The LX5's camera design is mostly unchanged from the Panasonic LX3, but a quick look reveals a few subtle but important differences, mostly inspired by the innovations in Panasonic's Micro Four Thirds cameras.
The hand-grip has been restyled to more accurately follow the shape of your hand, and sits more comfortably in your grip. The not so obvious aspect of the LX5 is that it's a tad heavier than the LX3 at 271g to 265g and slightly longer, taller but thinner at 110 x 65 x 25mm to 108.7 x 59.5 x 27.1mm.
Like the LX3, the LX5 has a hot shoe for additional accessories, which now introduces support for the optional Live Viewfinder (top right). Filters and lens converters can also be attached.
A new bright red movie record button sits next to the shutter release, a control we're used to in the Panasonic Micro Four Thirds cameras. This lets you record video directly with the press of a button, no matter which mode you're in. Also new is the addition of the 1:1 aspect ratio in the aspect ratio switch on the lens. Previously in the LX3, 1:1 was a feature you had to turn on in the menu.
The biggest changes are on the back of the camera. The LX3's joystick has been replaced by a clickable control wheel. The control wheel helps you control whichever mode you're in, like aperture in Aperture mode and shutter speed in Shutter mode (in iA mode it becomes exposure compensation). Like Panasonic's Micro Four Thirds cameras, the control wheel is clickable, press down and it switches modes. For example, in Aperture mode it switches from aperture control to exposure, and in Manual mode it switches between aperture and shutter speed. It's a welcome change and makes switching settings on the fly much easier.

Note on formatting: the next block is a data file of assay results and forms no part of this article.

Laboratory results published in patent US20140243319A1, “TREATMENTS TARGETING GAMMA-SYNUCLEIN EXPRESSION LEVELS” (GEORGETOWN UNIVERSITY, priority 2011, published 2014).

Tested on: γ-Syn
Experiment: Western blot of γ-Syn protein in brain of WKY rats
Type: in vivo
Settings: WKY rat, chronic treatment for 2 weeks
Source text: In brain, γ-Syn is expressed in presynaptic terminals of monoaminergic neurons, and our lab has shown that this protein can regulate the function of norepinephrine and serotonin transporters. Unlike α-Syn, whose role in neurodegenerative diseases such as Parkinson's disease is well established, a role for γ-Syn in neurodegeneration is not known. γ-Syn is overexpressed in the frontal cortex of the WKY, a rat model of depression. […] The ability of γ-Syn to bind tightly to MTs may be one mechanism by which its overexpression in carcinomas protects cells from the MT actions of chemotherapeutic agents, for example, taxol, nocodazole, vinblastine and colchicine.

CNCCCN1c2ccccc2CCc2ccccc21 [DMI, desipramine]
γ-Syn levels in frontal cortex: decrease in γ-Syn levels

A feature we enjoyed using was 'step zoom', which needs to be switched on in the menu. Once it's activated, you'll see a display of the different focal lengths available whenever you zoom.
Another welcome change is a dedicated ISO button (right button of the central d-pad wheel). To change ISO settings on the LX3, you had to click the joystick twice to activate the Quick Menu. Now that the joystick is gone, the ISO button does the same thing. It's another button to get into muscle memory but it feels more intuitive this way.
Overall, we found much to like in the LX5's design. Instead of a complete overhaul, handling has been refined from the LX3. The camera feels more intuitive, and easier to use. Two things bug us about the design though, one slight and one major.
The slight complaint is how the aspect ratio and focus controls are located on the lens. More than once we've accidentally bumped them while carrying the LX5 in the bag. This might not be a problem if you get the LX5 case or just check whenever you switch the camera on - or maybe we're just clumsy.
The larger complaint, and one we've heard LX3 owners groan about the world over when the LX5 was revealed, is that the LX5 still uses a lens cap which you have to manually take off whenever you want to take a shot. Call us lazy (in addition to clumsy), but when you have cameras like the Canon S90 and the Samsung EX1 that retract their lens covers automatically, a manual lens cap feels like a chore. Especially when you see a magic moment and want to get your camera ready ASAP. And especially when it keeps dangling off your camera while you're shooting (if you choose to attach it via a string).